PARIS, France — The set of the new Louis Vuitton show was raised on a paradox: an archaeological dig which uncovers a city of the future: 57 concrete columns covered with shattered glass, a kind of techno-Atlantis in Nicolas Ghesquière's mind. If Vuitton's bloodline is travel, then here was the ultimate journey, into the distant past to uncover the far future.
That combination of the classical and the futuristic has been something of a signature in Ghesquière's career, but after his show on Wednesday, he was pretty insistent that "futurism" didn't really apply to his work at Vuitton.
Snippets from the shownotes, such as "Recasting yesterday's creations for today's tastes" and "affectionately revisiting the past," clarified the character of a collection that felt, here and there, like a distracting game of Spot The Reference.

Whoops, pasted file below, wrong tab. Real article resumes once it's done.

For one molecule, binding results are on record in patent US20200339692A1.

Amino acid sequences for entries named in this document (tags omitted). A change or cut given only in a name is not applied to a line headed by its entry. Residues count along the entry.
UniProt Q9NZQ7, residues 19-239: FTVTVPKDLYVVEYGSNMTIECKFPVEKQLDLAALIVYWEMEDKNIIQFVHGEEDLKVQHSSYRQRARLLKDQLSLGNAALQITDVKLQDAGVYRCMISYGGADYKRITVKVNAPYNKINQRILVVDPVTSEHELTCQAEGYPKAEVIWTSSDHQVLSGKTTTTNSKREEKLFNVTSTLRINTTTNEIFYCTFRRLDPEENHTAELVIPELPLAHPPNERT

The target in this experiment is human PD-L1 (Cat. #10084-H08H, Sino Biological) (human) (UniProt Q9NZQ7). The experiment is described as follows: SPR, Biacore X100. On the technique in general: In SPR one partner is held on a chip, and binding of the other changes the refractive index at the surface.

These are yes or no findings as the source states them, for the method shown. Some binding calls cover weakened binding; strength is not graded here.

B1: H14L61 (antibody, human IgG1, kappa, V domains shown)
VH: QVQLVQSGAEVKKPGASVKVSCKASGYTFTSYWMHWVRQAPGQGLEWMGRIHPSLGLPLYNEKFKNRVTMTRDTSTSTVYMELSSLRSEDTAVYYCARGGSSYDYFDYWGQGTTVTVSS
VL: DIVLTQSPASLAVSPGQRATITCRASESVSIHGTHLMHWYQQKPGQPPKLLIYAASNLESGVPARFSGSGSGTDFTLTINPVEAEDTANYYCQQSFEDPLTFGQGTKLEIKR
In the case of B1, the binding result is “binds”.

Rifat Ozbek’s American Indian bone jacket made an early appearance. A Tron-like jumpsuit had a Gaultier vibe. So did the graphic tube dresses holding ruffled hems tight and an hourglass silhouette that was reminiscent of Gaultier-doing-Dior. Glossy black patent inevitably evoked Courrèges.
Then there were a couple of looks over-printed with a photo-image of sequined dresses onto which real sequins were sewn. That rang a Margiela bell. And all of this was before we even got to Ghesquière doing Ghesquière. The Motocross-ish pants. The foulard prints (always his friend). The fierce body-conscious sportiness (Metropolis leather bustiers!) that gave his Balenciaga collections their go-fast vigour.
But, with all the designer’s talk about creating a wardrobe for the Vuitton woman, the mesh of references made a lot of sense. Who, after all, only has one designer name hanging in her closet? Whose clothes tell only one story, especially if travel is in your DNA?
And it did seem to be story telling that absorbs Ghesquière at Vuitton. First, that set, then the clothes, and underneath it all on Wednesday morning, Lou Reed’s long, winding Street Hassle, a saga in sound.